The rigid nature of a clinical trial does not end with your being admitted into the study. Once treatment starts, your care will follow a tightly scripted plan. The schedule of every blood test, scan, dose of medication, and doctor visit is dictated by the clinical trial protocol—it includes dates, times, places, and procedures. This can also be the case with standard cancer therapy, but although regular cancer therapy is thorough it can be relatively flexible. Clinical trial therapy is closely controlled and monitored, because skipping a test or not taking a medication as prescribed could affect the overall trial outcome.
As discussed in detail in Chapter 7, clinical trials are tightly regulated and overseen by an independent oversight committee. One of the committees responsibilities is to make sure that all participants are thoroughly informed about the trial they are considering. Participation in a trial will begin with the reading of a detailed, and often exhaustive, consent form.
You need to read the consent form and understand it—even if it seems long and boring. While the concept of informed consent is not unique to clinical trials, in routine care it often consists of nothing more than a conversation between a doctor and a patient. Not so for clinical trials. You get at least one conversation, sometimes two (doctor and nurse or study coordinator), and a volume of questions and statements in fine print. You not only have to read it, but also sign it. Its all quite a bit more formal than consenting to standard treatment.
Information About You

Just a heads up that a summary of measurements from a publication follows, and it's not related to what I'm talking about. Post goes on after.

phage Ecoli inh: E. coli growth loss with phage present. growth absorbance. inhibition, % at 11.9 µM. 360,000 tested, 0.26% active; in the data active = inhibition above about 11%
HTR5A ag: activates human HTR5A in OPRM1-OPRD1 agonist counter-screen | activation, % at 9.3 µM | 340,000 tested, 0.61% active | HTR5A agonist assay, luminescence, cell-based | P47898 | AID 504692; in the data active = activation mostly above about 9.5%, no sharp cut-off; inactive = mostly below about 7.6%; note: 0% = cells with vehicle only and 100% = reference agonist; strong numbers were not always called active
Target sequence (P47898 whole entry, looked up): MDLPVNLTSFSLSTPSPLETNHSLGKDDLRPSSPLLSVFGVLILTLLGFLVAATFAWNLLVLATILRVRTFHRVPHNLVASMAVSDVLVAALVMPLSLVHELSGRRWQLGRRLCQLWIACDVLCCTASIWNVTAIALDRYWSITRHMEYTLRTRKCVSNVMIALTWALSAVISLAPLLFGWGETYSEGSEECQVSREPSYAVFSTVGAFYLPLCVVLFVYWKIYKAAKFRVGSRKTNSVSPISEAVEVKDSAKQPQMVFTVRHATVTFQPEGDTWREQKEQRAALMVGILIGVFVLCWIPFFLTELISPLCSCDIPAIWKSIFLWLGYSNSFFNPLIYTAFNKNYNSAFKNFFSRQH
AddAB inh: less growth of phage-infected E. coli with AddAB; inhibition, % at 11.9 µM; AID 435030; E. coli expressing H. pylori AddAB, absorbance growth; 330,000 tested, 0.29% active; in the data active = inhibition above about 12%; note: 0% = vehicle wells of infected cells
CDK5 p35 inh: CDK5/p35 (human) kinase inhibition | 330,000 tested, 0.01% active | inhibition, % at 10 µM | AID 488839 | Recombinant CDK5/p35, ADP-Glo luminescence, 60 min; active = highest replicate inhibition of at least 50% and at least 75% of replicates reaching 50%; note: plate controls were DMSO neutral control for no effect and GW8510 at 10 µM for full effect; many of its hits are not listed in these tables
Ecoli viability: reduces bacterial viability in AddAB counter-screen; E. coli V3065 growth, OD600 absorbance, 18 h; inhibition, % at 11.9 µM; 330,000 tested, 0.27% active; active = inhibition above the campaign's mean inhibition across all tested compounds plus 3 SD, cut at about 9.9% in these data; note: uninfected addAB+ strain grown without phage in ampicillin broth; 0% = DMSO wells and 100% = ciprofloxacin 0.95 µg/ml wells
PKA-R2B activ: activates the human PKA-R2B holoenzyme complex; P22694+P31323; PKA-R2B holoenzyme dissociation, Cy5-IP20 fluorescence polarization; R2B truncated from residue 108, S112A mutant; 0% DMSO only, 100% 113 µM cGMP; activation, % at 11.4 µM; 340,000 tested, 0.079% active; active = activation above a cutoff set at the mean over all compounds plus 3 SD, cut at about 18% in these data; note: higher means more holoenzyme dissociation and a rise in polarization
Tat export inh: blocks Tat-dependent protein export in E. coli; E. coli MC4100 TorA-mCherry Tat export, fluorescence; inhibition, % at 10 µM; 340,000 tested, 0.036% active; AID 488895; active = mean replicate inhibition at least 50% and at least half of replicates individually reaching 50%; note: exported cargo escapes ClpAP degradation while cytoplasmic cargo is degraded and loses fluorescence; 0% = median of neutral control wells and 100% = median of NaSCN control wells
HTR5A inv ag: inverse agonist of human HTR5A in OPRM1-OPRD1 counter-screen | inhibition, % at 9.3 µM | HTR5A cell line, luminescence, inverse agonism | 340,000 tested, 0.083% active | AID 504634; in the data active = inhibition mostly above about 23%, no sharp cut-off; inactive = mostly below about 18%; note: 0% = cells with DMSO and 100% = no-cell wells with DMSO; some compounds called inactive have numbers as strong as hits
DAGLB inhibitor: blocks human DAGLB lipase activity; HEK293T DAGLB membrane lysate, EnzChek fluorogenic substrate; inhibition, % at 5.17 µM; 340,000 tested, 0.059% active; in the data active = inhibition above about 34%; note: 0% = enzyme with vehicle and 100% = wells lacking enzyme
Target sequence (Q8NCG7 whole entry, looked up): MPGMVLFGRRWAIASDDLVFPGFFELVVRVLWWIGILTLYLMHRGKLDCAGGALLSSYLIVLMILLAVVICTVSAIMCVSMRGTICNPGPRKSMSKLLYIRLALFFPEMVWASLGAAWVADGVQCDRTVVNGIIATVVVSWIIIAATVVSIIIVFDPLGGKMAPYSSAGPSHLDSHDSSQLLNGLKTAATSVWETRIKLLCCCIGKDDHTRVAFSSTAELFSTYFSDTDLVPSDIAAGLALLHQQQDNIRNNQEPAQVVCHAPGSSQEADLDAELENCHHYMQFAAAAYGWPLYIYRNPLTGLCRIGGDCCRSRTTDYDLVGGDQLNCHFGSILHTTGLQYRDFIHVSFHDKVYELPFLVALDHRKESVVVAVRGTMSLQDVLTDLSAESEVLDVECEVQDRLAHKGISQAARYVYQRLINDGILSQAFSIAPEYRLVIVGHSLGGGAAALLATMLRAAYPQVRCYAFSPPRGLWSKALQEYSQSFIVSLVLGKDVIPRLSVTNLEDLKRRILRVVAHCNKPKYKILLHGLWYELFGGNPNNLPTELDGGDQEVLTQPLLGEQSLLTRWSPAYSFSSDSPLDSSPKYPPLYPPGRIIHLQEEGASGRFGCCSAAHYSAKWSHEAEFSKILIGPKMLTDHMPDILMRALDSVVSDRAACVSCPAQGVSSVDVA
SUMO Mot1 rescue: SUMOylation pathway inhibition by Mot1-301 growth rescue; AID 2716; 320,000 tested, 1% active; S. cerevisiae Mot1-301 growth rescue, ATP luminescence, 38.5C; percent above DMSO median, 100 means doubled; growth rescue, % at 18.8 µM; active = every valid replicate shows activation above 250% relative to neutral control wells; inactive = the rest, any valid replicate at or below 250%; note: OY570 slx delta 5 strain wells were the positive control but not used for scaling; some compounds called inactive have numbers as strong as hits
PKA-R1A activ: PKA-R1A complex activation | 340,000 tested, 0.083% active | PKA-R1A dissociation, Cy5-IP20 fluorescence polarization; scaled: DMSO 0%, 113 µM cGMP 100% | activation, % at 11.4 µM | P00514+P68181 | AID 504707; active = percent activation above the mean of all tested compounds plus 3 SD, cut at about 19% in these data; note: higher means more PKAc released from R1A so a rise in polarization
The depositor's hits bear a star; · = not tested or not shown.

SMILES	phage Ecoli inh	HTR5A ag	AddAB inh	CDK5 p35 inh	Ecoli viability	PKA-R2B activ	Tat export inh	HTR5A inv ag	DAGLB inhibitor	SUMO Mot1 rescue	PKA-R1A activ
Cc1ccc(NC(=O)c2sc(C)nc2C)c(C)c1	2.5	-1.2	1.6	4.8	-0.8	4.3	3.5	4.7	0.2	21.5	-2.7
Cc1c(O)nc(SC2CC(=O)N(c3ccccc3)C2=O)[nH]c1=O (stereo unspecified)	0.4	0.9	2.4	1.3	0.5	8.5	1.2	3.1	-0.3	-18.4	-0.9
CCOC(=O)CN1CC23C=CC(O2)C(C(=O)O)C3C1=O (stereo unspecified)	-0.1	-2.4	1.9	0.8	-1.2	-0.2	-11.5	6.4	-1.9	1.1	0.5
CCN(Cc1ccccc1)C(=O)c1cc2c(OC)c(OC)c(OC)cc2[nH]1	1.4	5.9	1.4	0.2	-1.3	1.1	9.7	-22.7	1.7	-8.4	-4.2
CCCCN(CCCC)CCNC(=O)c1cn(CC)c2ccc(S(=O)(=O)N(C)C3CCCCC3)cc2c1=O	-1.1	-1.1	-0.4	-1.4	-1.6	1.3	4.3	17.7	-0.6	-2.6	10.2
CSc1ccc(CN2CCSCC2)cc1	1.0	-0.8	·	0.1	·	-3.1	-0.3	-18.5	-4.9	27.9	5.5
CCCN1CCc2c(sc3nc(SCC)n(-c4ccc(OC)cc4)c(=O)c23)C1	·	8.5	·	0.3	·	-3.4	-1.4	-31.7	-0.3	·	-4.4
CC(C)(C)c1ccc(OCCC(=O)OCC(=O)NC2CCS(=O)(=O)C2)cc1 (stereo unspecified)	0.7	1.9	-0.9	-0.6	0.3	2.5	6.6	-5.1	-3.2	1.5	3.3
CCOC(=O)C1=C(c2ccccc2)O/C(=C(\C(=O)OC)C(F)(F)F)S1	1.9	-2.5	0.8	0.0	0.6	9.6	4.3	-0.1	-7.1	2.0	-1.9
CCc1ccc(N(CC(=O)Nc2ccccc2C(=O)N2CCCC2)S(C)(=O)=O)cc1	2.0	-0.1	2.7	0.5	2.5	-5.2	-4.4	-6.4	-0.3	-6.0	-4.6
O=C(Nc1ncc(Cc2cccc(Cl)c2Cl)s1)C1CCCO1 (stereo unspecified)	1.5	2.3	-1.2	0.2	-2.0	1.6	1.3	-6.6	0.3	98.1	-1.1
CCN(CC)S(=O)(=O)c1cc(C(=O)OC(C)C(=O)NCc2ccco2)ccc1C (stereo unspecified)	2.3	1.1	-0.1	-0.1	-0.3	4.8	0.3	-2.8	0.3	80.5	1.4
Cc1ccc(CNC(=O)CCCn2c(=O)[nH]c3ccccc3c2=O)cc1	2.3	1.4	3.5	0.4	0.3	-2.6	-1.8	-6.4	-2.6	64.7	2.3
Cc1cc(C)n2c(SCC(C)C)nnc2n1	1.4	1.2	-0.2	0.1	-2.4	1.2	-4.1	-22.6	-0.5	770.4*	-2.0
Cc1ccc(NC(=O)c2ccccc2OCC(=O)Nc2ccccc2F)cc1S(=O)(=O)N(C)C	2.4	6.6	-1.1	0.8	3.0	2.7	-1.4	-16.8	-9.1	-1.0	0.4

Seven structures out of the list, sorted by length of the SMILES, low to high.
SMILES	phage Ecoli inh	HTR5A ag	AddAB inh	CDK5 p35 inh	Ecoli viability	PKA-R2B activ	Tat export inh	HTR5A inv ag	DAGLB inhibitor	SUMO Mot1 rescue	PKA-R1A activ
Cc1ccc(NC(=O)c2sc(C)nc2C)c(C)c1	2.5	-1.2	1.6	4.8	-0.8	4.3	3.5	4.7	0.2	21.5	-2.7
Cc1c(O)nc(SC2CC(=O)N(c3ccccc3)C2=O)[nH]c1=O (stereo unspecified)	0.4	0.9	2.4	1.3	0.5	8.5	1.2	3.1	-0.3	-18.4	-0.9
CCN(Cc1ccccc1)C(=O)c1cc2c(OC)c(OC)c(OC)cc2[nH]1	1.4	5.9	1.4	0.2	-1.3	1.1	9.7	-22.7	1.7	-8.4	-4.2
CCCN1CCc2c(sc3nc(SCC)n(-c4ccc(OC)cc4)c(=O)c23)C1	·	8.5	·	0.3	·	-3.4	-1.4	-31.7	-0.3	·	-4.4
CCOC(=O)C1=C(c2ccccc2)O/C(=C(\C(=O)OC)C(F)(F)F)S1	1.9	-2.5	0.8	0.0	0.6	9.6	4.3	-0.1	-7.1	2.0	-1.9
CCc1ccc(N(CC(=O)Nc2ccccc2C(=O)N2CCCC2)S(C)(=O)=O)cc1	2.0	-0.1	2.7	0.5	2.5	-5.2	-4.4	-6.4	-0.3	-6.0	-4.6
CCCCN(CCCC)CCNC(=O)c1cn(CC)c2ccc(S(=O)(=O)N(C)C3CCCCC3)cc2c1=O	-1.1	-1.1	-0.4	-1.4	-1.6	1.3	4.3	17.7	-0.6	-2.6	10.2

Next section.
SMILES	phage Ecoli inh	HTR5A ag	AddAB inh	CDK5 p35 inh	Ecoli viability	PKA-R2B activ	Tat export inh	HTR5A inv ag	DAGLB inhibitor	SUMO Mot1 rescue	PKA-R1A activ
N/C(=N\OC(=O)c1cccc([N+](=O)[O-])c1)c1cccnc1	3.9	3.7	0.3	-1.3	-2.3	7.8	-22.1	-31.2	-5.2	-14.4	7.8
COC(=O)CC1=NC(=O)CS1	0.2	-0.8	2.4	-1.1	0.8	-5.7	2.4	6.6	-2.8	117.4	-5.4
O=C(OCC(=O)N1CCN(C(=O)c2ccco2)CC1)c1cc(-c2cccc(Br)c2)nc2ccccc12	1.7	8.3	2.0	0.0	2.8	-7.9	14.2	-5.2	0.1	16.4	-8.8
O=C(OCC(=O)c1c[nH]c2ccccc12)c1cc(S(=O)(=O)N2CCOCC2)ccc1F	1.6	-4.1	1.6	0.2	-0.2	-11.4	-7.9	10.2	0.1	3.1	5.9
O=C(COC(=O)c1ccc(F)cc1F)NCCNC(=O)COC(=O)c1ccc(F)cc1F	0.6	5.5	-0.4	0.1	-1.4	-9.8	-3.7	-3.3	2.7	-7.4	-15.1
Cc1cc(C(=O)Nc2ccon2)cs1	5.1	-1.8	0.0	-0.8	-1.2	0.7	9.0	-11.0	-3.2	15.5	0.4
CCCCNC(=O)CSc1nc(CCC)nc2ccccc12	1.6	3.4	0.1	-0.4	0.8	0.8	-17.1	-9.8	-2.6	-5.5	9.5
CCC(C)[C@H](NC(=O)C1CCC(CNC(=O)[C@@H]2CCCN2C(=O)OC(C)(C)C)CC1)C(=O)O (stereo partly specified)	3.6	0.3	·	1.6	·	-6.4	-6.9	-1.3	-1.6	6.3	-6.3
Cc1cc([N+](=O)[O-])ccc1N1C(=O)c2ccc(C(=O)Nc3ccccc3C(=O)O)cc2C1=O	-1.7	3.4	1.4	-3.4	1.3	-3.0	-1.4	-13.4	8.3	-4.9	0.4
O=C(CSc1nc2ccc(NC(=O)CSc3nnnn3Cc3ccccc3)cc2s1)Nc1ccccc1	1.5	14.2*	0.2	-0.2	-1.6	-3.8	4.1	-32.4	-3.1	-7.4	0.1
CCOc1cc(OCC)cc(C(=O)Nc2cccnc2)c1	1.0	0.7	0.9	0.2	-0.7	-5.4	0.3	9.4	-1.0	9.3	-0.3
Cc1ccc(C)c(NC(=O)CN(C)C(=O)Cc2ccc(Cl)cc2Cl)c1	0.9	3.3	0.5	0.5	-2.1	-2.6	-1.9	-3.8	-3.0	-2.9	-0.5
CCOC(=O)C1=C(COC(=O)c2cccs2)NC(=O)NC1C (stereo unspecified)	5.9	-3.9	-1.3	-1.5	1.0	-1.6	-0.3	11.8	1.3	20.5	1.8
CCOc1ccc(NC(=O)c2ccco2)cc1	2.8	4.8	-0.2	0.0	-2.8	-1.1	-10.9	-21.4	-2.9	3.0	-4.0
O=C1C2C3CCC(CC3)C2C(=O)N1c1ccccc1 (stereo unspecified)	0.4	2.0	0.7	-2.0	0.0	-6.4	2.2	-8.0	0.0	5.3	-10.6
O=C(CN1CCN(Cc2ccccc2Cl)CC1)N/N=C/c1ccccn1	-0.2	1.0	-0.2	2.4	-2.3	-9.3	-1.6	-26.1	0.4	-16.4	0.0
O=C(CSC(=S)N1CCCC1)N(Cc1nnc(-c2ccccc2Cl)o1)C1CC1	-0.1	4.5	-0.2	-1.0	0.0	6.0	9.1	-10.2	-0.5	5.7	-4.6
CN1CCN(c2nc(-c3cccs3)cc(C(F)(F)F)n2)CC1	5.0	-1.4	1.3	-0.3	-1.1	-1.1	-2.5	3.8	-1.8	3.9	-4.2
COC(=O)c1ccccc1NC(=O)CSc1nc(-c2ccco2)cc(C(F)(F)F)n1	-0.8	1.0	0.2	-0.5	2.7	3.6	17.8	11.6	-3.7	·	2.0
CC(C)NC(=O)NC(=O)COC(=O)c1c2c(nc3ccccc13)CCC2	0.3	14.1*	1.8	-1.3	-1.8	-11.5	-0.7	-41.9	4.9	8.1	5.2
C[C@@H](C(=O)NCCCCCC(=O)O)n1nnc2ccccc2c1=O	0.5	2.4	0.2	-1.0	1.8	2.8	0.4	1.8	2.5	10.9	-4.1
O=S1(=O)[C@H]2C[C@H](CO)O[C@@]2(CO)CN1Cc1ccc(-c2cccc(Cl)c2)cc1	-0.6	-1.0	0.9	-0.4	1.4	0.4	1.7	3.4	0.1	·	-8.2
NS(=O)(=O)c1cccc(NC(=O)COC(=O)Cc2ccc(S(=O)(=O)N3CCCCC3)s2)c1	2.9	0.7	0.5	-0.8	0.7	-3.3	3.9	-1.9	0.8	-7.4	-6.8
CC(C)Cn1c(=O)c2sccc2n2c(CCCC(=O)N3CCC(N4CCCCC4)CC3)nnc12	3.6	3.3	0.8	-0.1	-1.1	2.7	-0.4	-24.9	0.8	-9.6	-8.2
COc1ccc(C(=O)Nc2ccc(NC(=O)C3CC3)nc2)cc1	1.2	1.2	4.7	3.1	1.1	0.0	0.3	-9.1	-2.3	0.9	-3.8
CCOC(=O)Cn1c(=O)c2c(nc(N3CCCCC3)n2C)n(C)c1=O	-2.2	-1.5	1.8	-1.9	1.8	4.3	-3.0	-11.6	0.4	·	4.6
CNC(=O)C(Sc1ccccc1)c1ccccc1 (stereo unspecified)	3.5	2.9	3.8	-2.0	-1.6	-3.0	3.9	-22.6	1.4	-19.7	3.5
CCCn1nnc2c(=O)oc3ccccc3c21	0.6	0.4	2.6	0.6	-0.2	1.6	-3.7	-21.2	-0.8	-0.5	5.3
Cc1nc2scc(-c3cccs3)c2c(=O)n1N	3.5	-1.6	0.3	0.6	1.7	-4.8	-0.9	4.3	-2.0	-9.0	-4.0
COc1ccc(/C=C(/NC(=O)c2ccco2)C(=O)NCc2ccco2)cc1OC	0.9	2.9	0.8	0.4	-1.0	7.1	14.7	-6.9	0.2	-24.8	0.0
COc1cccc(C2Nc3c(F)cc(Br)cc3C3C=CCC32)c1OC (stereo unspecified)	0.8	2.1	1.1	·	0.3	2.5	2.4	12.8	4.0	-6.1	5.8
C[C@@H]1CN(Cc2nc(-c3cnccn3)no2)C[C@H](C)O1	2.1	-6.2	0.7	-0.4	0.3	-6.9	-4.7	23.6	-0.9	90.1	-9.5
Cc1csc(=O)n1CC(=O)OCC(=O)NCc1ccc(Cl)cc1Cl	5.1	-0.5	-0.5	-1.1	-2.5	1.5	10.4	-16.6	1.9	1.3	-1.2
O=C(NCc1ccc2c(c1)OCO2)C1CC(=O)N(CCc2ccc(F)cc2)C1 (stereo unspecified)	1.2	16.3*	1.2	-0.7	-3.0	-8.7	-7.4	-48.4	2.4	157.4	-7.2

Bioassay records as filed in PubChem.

Finally, information about how you are doing with the trial medication goes into the medical record, as it does for standard care. It also goes into the study database, where it is combined with the experience of all the other trial participants. This is referred to as the study data. Generally, you will have access to your personal results (although there are exceptions), but you probably will not be given information about results from the overall database. If you are given this information, it may be a long time before you receive it.
In addition to routine information such as blood test results, the study may ask you to fill out surveys about how you are feeling, thinking, sleeping, eating, how your spouse is doing, and so on. Clinical trial studies often collect much more information about the daily routine in your life than doctors do in the course of routine standard care.
Whether there are five, 500, or 5,000 participants in the study, it is unlikely that you will know who else is in the trial. But you will know a lot about their type and stage of cancer, because it will be much like yours.
Statistics in Clinical Trials
Statistics are the tools used to interpret data from studies and discover if there is a real difference between two treatments. You need to have a basic understanding of statistics to evaluate what a clinical trial is seeking to accomplish. The same concepts will help you better evaluate standard treatments you may be considering. So, resist the urge to skip the following section and let us introduce you to a few key statistical concepts. This will help you know what to look for—and what to look out for—in order to understand your options and be aware of what you might expect from your treatments.
What is Risk Reduction?
All treatments seek to reduce the risk of something bad—death, cancer coming back, or some terrible complication, for example. The way this reduction in risk is described can leave you more confused than informed. Ideally, your risk would be reduced to 0—meaning the treatment was a reliable 0—meaning the treatment was a reliable cure. If that were the case, we would not need statistics very much. However, in almost all cases, modern cancer treatments work for some people and not for others, and risk reduction statistics
are how we talk about the results.